Winter's leading 3-year CD rates top out at 1.45%
The top nationally available deal on 36-month CD rates hasn't changed in more than three months, but the leader has some more competition.
Intervest National Bank has been paying 1.45% APY with a $2,500 minimum since late October, according to our February survey of the best nationally available 36-month CD rates.
That's a bit more than savers could earn from the leading 3-year CD this time last year, when the leading rate was 1.40% APY.
Two banks tied for second place are nipping at the leader's heels.
Barclays upped its rate by one-tenth of a percentage point in mid-January to 1.35% APY, and AloStar has been offering 1.35% APY since late October 2013.
Intervest pays nearly a full percentage point more than the national average of this term.
The only way to make more on a 3-year CD is to look for local deals from community banks and credit unions. The best of these offers pay more than 2% APY. For example:
- Gulf Coast Federal Credit Union (www.ccgcfcu.com) pays 2.02% APY with a $500 minimum deposit. Membership is open to residents of Nueces, Jim Wells and San Patricio counties in Texas.
- Spokane Teachers Credit Union (www.stcu.org) pays 2.02% APY with a $25,000 minimum deposit on 30-month CDs. Membership is open to residents of Washington state and Benewah, Bonner, Boundary, Kootenai, Latah or Shoshone counties in Idaho.
But you won't find deals like that everywhere, so here are the best nationally available 36-month certificates of deposit, as of today:
Top 36-month CD Rates
|GE Capital Retail||1.30%||$15,000|
|State Bank of India-NY||1.30%||$5,000|
|State Bank of India-CHI||1.26%||$2,500|
To qualify for this list, a bank must allow savers from all 50 states to buy its certificates of deposit online or through the mail.
Click here to compare these returns with the top CD rates from dozens of banks in your area.
Our CD calculator will help you figure out the interest you'll earn, for any term, amount and interest rate.
How to buy the top 3-year CD rates
|Intervest National Bank||A community bank headquartered in New York City. It has one branch there and six branches in Clearwater and Pinellas counties in Florida.||www.intervestnatbank.com|
|AloStar Bank of Commerce||An online bank based in Birmingham, Ala., formerly known as Nexity Bank.||retail.alostarbank.com|
|Barclays||The online American operation of the worldwide British bank with more than $2 trillion in assets.||www.banking.barclaysus.com|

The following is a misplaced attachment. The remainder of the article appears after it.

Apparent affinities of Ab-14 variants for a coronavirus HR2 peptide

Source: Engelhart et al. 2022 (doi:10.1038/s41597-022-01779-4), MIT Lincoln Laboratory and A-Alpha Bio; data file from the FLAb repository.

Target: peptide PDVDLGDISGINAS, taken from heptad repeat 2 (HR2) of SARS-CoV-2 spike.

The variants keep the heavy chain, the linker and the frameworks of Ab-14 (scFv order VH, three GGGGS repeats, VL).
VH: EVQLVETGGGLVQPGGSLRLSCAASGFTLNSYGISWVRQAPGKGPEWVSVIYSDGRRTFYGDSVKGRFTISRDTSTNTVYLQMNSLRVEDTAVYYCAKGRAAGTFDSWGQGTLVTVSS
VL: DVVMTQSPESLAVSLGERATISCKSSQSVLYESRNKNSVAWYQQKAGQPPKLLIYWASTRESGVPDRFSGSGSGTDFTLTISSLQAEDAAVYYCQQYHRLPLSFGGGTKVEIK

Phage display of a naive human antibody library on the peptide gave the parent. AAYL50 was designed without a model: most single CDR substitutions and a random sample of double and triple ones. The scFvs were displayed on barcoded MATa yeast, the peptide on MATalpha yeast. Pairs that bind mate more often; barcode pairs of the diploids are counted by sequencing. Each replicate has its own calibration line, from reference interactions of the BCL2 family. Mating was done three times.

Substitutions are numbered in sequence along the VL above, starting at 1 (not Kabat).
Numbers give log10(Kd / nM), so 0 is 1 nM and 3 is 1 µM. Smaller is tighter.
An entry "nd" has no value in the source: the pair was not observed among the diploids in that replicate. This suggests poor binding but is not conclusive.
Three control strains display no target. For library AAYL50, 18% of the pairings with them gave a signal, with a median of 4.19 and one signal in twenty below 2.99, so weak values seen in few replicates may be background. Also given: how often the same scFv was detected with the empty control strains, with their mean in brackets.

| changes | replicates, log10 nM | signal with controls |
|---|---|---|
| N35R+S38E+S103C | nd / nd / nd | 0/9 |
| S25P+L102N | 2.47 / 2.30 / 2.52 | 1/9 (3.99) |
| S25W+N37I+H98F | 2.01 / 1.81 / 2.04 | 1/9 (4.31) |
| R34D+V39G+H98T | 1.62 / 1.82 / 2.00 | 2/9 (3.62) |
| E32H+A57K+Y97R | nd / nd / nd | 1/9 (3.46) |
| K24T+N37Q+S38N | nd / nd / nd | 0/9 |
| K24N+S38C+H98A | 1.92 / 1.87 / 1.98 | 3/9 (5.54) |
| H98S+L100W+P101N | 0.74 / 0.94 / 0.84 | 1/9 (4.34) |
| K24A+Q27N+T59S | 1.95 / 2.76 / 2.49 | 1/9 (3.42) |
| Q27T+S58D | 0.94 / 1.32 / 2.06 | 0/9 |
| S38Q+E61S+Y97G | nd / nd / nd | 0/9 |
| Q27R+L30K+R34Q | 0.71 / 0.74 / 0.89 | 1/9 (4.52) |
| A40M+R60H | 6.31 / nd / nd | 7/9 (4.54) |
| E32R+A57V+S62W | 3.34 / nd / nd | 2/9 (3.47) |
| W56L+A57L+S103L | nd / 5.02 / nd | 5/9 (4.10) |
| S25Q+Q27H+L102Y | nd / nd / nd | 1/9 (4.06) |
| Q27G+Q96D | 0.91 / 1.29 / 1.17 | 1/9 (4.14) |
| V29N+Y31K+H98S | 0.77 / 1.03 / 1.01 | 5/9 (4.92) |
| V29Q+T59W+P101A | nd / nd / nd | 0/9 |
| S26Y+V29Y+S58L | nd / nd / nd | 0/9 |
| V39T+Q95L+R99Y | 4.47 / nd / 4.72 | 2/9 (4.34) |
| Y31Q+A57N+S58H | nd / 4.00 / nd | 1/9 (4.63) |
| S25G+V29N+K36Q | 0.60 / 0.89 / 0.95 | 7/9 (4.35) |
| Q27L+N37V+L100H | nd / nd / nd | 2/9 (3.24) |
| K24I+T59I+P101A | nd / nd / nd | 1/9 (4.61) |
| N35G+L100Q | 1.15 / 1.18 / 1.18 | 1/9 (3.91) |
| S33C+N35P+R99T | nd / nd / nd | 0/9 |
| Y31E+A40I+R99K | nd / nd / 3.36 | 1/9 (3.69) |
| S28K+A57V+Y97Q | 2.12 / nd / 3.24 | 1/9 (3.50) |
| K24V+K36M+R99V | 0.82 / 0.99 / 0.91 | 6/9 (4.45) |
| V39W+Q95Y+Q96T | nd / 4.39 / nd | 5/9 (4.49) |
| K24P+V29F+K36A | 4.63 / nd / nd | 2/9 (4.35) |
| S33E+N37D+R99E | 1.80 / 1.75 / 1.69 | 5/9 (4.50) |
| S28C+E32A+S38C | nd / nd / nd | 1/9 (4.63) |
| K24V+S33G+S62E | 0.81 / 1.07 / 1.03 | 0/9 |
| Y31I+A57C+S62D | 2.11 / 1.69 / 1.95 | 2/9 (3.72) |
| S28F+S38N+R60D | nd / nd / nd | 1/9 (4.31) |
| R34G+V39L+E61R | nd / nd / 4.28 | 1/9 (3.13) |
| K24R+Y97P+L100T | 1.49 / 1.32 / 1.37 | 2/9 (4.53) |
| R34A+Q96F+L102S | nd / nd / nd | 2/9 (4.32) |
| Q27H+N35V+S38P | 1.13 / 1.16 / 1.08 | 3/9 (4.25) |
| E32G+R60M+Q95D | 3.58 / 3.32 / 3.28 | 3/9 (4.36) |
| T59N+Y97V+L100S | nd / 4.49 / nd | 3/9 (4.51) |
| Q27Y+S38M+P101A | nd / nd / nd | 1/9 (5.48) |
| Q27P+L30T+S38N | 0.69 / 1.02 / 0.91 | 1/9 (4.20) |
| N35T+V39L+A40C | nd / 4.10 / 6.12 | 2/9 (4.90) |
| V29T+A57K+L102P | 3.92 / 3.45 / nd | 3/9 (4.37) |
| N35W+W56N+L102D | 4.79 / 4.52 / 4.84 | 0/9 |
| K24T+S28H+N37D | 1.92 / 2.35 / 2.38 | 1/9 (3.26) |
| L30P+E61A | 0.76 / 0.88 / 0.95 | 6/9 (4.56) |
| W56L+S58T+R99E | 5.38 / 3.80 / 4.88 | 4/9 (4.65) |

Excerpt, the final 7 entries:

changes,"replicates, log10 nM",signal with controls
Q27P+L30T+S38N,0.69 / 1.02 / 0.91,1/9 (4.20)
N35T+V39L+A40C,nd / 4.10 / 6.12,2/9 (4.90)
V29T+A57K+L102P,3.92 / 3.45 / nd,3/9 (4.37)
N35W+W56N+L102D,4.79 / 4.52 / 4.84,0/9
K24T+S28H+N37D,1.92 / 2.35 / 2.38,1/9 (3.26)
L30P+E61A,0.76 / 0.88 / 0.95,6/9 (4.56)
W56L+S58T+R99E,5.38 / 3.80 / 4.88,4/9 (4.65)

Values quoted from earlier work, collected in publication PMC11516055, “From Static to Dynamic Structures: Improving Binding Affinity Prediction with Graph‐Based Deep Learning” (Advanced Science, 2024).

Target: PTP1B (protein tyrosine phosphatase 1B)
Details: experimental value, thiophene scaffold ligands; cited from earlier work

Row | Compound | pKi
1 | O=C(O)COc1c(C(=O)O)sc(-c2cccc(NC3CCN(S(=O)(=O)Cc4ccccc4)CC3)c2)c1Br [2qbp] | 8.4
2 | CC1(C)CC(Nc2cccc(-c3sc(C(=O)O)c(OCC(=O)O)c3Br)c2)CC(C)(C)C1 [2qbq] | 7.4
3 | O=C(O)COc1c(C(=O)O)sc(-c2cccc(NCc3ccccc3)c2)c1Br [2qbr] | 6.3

|GE Capital Bank||One of two online banks, each with its own FDIC insurance, that are subsidiaries of GE Capital Corp., the financial services unit of the manufacturing giant.||gecapitalbank.com|
|GE Capital Retail Bank||The other bank that's a subsidiary of GE Capital Corp.||banking.gecrb.com|
|State Bank of India - New York||The FDIC-insured New York branch of India's largest bank, which operates independently of other U.S. branches.||www.statebank.com|
|CIT Bank||The online consumer bank of CIT Group Inc., which offers financing to small businesses and middle-market companies.||www.bankoncit.com|
|State Bank of India - Chicago||The FDIC-insured Chicago branch of India's largest bank, which operates independently of other U.S. branches.||www.sbichicago.com|
|Discover Bank||An online bank owned by the credit card company.||www.discover.com|
Over the past several decades, savers could usually count on earning something like 3%, or even 4%, on a 36-month CD.
But the Federal Reserve has driven returns to record lows in an attempt to haul the economy out of the worst financial crisis and recession since the 1930s.
The government's bank-for-banks controls short-term interest rates by adjusting the federal funds rate. That's what commercial banks must pay to borrow money that other banks have on deposit with the Federal Reserve.
In December 2008, the Fed's rate-setting committee slashed that rate to essentially zero in an attempt to spur lending and boost the economy.
Since then, the average return on 36-month CDs has fallen from 2.57% APY to a record low of 0.49% APY today.
In late 2012, Fed Chairman Ben Bernanke said the central bank would start bumping rates up when the unemployment rate hit 6.5%.
With that goal in mind, savers anxiously watched the jobless rate fall to 7.3% in August. Not quite there, but closing in.
Then Bernanke told a news conference after the Fed's rate-setting committee met on Sept. 18 that “the first increases in short-term rates might not occur until the unemployment rate is considerably below 6.5%."
Indeed, the Fed chairman said a return to market-driven rates — and a reasonable return on our savings — could be "several more years" down the road.
Contributing editor Darci Swisher contributed to this report.
Mitch Strohm on Google Plus.